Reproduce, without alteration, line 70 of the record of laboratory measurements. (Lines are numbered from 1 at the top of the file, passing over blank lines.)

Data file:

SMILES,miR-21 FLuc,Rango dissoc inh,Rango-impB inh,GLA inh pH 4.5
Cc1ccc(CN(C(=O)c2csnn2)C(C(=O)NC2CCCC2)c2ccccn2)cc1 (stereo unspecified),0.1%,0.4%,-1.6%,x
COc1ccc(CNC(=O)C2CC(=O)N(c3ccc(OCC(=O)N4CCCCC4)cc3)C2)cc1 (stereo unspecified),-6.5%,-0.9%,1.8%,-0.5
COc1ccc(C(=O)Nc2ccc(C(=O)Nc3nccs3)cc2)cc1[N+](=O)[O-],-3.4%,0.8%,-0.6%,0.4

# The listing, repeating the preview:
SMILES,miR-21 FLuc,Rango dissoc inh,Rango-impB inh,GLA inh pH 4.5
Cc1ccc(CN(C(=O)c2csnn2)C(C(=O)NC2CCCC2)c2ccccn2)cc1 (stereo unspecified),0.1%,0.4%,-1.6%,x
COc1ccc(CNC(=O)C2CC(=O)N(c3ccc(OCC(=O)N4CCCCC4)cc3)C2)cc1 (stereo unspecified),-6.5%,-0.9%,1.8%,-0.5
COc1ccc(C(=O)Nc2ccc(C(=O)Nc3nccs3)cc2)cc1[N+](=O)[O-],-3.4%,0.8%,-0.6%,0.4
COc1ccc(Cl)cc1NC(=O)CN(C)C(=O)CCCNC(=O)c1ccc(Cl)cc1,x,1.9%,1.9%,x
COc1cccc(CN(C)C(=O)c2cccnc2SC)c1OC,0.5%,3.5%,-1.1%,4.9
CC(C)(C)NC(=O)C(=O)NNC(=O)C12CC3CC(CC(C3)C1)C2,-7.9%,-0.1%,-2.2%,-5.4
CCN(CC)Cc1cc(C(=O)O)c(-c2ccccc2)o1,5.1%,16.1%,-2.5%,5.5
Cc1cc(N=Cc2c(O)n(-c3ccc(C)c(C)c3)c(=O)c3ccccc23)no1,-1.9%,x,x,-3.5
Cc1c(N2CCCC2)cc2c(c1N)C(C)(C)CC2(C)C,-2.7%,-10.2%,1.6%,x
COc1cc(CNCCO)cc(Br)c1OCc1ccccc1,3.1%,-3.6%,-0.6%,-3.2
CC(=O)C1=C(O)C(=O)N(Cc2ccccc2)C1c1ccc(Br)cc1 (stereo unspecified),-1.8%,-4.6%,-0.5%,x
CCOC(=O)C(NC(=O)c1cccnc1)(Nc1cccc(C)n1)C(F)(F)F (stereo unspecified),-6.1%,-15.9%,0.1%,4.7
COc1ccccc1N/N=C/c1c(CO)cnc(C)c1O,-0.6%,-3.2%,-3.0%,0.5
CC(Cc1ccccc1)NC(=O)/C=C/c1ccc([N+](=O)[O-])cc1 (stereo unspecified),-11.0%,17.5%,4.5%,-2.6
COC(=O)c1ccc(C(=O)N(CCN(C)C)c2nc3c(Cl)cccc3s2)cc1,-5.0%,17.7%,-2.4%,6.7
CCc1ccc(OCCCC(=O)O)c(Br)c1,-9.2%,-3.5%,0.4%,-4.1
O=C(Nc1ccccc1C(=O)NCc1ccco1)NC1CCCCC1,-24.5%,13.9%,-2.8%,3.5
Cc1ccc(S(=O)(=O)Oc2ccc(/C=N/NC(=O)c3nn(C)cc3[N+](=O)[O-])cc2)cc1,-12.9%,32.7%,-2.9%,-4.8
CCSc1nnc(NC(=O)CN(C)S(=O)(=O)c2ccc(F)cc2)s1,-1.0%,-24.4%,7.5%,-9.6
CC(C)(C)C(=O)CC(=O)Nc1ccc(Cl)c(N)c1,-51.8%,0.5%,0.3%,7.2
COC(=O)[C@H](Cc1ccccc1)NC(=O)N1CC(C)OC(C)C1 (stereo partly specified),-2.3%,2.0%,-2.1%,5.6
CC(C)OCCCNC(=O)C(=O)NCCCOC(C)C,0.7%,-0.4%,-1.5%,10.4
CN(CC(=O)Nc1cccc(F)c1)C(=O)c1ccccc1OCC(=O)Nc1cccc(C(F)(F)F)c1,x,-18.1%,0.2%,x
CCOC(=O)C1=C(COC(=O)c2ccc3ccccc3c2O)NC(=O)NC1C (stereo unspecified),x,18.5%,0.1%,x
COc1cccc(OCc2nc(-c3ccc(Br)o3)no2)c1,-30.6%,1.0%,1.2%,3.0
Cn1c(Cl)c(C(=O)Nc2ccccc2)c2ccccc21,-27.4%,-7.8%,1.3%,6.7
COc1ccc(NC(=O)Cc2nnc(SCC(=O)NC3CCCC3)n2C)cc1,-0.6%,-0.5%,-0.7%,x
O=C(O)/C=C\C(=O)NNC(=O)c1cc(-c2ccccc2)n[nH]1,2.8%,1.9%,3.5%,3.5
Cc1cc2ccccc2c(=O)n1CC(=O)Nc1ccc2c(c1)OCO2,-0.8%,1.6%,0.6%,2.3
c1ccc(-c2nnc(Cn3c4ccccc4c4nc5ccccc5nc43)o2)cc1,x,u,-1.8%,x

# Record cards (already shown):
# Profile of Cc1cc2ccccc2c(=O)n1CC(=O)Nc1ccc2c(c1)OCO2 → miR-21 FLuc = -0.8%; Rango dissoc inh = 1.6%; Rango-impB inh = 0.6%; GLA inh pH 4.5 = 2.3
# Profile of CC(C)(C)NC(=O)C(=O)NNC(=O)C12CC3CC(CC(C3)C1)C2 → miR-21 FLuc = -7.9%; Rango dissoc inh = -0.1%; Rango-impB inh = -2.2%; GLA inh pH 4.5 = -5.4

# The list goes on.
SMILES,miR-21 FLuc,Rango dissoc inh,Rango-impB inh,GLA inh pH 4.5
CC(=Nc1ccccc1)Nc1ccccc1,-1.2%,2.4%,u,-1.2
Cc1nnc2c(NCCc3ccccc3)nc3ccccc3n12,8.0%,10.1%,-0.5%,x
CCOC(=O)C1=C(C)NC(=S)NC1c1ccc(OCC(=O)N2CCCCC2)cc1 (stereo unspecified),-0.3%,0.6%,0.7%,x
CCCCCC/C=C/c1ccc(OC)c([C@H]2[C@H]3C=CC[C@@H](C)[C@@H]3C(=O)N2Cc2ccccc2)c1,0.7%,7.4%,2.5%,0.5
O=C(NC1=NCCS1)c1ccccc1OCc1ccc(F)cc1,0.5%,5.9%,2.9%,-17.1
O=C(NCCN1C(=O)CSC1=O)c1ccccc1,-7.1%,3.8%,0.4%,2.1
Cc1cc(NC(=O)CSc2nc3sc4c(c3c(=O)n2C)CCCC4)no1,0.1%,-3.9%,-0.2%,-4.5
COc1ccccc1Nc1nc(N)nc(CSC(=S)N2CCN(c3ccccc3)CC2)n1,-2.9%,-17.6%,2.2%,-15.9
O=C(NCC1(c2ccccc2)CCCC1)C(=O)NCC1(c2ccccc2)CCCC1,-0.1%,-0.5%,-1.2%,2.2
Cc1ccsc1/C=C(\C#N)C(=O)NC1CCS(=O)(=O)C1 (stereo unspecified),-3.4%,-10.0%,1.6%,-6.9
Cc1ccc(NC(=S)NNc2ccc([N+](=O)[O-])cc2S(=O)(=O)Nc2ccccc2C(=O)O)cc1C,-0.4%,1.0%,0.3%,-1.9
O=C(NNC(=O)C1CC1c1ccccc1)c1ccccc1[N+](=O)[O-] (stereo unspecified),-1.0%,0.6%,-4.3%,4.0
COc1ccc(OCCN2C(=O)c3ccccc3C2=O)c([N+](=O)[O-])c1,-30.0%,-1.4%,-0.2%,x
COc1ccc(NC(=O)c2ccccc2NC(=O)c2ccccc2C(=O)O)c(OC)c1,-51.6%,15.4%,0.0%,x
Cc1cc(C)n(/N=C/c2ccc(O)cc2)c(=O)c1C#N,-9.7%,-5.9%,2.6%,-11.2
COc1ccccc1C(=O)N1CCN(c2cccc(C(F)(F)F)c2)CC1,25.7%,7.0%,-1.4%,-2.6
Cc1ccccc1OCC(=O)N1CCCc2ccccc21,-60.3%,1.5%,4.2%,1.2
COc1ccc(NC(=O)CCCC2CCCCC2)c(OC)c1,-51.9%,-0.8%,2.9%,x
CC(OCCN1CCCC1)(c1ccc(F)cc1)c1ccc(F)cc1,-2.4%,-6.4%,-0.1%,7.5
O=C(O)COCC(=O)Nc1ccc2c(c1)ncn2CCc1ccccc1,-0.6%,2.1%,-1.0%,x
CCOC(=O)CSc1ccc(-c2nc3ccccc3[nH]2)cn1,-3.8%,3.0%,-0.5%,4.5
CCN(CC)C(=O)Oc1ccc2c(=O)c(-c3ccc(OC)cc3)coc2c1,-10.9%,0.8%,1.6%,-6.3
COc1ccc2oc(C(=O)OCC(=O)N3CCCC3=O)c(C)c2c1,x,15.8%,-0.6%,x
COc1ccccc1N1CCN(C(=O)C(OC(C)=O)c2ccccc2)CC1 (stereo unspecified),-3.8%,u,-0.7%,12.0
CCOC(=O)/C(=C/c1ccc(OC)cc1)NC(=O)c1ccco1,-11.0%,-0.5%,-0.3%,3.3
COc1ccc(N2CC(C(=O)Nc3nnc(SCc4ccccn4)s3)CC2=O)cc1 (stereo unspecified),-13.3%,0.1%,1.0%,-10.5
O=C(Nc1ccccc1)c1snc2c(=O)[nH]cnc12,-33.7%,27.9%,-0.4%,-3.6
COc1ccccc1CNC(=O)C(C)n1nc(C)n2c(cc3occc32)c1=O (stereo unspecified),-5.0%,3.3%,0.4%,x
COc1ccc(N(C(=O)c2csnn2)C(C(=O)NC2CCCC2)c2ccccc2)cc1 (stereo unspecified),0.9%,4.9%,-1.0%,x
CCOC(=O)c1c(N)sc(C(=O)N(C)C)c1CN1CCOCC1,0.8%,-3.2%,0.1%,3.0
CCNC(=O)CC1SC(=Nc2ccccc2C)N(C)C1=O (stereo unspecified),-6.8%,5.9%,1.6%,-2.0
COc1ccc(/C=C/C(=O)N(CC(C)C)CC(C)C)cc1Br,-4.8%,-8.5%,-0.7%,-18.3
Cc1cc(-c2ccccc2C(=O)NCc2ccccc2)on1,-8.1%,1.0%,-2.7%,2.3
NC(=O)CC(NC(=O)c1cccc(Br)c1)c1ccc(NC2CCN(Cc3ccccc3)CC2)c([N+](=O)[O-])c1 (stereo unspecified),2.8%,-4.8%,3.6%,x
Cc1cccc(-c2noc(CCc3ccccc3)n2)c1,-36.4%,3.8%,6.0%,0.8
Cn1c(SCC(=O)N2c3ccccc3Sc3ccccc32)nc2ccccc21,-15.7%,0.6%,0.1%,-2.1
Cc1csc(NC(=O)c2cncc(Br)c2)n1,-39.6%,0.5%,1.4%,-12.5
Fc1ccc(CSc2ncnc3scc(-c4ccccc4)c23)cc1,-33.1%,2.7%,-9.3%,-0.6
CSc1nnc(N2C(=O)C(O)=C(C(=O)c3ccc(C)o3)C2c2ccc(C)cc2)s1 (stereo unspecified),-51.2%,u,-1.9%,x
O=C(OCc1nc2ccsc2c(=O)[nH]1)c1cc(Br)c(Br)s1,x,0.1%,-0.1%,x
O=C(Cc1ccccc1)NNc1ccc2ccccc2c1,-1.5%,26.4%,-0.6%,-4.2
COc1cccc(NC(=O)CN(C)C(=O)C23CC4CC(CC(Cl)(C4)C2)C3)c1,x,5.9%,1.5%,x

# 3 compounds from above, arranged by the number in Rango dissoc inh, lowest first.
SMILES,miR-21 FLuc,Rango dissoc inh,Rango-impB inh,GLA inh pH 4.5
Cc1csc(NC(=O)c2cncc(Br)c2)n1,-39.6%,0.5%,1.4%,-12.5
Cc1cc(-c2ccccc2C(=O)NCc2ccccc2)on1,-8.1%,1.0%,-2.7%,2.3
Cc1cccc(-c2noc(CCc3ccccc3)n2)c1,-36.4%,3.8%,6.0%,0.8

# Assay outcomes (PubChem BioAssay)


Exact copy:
COc1ccc(N(C(=O)c2csnn2)C(C(=O)NC2CCCC2)c2ccccc2)cc1 (stereo unspecified),0.9%,4.9%,-1.0%,x